•      Provide opportunity to the consumers to make intelligent purchases

•      Help in recognition of consumer requests

•      Strengthen protection against fraud, misrepresentation, unsanitary and unjust products

•      Voice for participation of consumer representatives in management of aspects affecting consumers

•      Assist in promoting consumer interests

•      Help in increasing consumer awareness

•      Enhance consumer expectations through consumer education

•      Motivate pioneers and leadership formation in the movement

•      Facilitate organized effort through consumer societies


Hindrances to growth of the movement


•      Lack of leadership and management

•      Illiteracy

•      Multi – lingual, multi – cultured nature on the citizens

•      Dearth of adequate resources (Financial) to organize the movement at the national level

•      Attitude of people – non cooperation (no solidarity)


Consumer groups (India)


•      CF – Consumer Forum

•      Indian CEC – Consumer Education Centre (India)

•      IAC – Indian Association of Consumer

•      BCT – Bombay Civil Trust

•      CGSI – Consumer Guidance Society of India

•      CVC – Citizen’s Voice Club (Coimbatore)


Consumer Market


Market – meaning and definition


Market has its origin from a Latin term “Mercatus“, which means “to trade”. It is well described as a place or a geographical area where buyers and sellers meet and function, goods or services are offered for sale, and transfers of title of ownership occur. It is through markets the separations between production and consumption functions are bridged. The term encompasses three distinct meanings: a place, a group of people and an activity.


The consumer market is the sum total of all the goods and services purchased in a given period of time by all the inhabitants of a given country or a section thereof for the satisfaction of their consumption needs. The four components of the consumer market are:


Components of the consumer market

  • People: Their needs (varied and specific) and ability to buy are determining factors
  • Purchasing power;: depends on potential customers, who represent the potential market
  • Need for a specific product: Here even purchasing power is not a factor. Need only counts, notaffordability.

Willingness of a consumer to fulfill personal need with a specific product: brand, trade name/ mark etc counts here along with willingness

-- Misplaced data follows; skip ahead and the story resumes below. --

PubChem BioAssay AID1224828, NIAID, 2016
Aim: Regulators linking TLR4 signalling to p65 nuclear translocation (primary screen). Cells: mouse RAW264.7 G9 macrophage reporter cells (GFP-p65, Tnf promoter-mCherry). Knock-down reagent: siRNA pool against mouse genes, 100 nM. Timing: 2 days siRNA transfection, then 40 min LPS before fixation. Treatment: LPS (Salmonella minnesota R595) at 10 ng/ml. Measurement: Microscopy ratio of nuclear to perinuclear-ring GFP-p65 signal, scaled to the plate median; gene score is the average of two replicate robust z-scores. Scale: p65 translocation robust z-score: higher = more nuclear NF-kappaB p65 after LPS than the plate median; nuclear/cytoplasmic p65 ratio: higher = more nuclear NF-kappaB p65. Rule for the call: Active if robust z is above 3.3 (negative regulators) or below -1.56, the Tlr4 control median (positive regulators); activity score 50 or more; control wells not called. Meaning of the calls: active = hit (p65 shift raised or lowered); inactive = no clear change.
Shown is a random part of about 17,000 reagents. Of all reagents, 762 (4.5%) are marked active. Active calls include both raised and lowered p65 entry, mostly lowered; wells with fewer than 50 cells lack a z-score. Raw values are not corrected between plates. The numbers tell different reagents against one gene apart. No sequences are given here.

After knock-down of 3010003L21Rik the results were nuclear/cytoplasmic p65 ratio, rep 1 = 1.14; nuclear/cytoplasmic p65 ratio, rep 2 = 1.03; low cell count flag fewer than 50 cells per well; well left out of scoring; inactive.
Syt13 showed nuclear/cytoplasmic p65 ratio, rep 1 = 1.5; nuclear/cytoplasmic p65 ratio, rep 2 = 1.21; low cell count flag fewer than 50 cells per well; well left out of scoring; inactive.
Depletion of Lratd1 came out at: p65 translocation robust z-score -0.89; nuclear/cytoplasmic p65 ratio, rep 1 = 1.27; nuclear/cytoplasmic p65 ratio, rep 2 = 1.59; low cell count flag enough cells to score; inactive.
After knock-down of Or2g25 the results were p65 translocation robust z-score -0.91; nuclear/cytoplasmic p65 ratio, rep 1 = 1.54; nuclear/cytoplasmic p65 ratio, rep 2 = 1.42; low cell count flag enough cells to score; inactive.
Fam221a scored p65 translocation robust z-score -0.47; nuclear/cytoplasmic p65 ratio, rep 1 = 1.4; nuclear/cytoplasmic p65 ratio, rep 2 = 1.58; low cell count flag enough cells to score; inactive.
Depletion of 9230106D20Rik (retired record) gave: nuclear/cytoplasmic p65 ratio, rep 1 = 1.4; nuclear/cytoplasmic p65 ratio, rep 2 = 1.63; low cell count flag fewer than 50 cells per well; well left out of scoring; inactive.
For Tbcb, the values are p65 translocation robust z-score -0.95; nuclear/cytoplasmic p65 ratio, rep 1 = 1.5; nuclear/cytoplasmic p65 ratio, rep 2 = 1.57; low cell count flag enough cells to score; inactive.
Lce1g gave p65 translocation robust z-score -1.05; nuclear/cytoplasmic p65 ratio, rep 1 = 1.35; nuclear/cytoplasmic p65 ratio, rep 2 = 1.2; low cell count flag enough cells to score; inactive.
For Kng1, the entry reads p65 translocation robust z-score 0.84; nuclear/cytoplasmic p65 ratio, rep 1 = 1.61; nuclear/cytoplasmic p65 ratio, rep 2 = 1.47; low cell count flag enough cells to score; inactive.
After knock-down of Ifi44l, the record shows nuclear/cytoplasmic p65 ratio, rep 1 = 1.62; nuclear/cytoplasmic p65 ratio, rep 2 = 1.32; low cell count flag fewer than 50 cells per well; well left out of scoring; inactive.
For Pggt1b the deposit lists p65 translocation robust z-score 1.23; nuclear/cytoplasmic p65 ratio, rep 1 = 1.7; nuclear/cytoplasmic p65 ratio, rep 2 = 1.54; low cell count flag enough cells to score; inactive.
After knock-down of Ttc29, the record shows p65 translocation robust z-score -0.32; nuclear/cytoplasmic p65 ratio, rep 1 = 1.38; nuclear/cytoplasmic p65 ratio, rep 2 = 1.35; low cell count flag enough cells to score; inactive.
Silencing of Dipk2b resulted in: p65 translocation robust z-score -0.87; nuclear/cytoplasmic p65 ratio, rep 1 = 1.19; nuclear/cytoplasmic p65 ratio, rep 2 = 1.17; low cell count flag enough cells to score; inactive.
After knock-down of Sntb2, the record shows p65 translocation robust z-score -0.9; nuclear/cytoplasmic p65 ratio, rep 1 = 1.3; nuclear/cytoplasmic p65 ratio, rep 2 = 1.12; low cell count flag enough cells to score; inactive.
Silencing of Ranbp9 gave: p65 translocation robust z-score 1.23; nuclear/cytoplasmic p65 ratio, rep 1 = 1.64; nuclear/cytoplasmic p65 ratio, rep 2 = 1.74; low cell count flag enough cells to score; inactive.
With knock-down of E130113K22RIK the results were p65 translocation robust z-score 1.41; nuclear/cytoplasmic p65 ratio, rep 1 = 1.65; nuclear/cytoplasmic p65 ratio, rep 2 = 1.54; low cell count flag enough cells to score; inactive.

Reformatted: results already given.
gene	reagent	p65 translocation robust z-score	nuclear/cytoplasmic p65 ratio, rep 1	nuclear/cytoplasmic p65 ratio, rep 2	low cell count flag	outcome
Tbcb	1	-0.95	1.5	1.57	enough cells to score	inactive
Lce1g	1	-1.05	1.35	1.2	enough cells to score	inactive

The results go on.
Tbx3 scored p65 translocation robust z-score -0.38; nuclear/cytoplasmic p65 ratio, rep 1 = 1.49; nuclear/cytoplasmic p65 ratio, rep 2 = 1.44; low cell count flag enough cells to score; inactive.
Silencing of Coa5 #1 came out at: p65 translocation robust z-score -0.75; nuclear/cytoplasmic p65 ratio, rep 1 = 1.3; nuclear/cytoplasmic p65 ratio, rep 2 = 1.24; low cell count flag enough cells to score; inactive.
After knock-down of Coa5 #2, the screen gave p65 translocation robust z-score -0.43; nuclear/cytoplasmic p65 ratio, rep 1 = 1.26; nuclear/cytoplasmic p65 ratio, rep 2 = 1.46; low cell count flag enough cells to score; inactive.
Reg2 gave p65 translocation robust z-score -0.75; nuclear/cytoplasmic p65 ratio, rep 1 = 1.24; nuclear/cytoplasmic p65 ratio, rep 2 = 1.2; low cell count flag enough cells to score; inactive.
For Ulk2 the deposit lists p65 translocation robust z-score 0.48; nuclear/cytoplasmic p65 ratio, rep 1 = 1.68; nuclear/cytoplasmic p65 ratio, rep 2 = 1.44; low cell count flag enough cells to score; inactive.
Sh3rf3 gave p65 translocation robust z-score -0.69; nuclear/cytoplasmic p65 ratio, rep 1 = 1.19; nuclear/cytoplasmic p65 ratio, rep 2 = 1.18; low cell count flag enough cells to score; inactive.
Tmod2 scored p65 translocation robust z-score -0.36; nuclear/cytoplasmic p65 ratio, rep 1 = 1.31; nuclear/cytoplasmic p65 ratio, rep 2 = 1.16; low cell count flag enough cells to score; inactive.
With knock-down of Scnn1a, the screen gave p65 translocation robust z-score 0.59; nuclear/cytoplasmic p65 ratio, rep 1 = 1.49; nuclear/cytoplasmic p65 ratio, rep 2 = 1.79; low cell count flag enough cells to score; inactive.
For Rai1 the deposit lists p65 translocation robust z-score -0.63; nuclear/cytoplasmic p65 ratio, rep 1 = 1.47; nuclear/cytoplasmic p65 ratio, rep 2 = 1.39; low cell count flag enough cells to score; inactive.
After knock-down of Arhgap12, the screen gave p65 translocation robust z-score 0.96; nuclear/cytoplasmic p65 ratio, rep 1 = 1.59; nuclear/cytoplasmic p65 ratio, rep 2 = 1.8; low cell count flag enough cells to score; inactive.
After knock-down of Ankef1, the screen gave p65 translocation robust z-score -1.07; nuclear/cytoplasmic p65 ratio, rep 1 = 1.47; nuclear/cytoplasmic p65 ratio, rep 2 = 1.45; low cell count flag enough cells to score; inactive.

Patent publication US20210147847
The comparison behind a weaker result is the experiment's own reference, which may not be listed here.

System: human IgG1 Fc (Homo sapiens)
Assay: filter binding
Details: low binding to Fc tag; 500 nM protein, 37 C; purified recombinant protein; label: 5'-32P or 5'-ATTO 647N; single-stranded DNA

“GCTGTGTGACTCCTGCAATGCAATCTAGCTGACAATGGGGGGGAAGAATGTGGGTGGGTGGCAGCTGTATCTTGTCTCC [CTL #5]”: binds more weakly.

A consumer cannot be forced to buy.


Thus, from the point of view of a manufacturer, the consumer market is only that segment of the people who can afford to buy his product, who have need for it and who are willing to buy the product in preference to all similar products sold by other manufacturers. This also entails another condition that a consumer should have the authority to buy.Not all are entitled to buy anything


Classification of Manufactured Goods


On the basis of consumption, Industrial goods and consumer goods are the two divisions of manufactured goods. Some products have both industrial and consumer market. Eg. Computer. They serve both the markets.


Industrial goods: Those goods which are destined to be sold primarily for use in producing other goods or rendering services as contrasted with those goods destined to be sold primarily to the ultimate consumer are called industrial goods. Those goods which are destined to be sold primarily for use in producing other goods or rendering services as contrasted with those goods destined to be sold primarily to the ultimate consumer are called industrial goods. So, they are not sold directly to the consumers.


Characteristics of industrial goods that differentiate them from consumer goods

  • They are not meant for consumption.
  • Their buyers are evidently different from the buyers of consumer goods.
  • Further processing is required in the case of industrial goods before they can be finally consumed.
  • A typical buyer is well informed – product, source, alternate source, merits/ demerits, supply and demand, completion etc


Classification of industrial goods (1)

Classification of industrial goods (II)


1.  Production facilities and equipments

2.  Production materials

3.  Production supplies

4.  Management materials


Consumer goods


Those goods destined for use by ultimate consumers or households and in such form that they can be used without commercial processing are called consumer goods. They are also called products.


Goods are basically classified into three categories: Industrial goods, consumer goods and agricultural goods.


Consumer goods as the name implies, are the goods purchased and consumed by the consumers for own and their families’ gratification. There are various classifications adopted for dividing consumer goods


Classification of markets


Therefore a market comprises a group of potential customers for a particular product who are willing and able to spend money or exchange other resources to satisfy their wants. Evidently a market consists of people with wants, purchasing power and the willingness to utilize the purchasing power.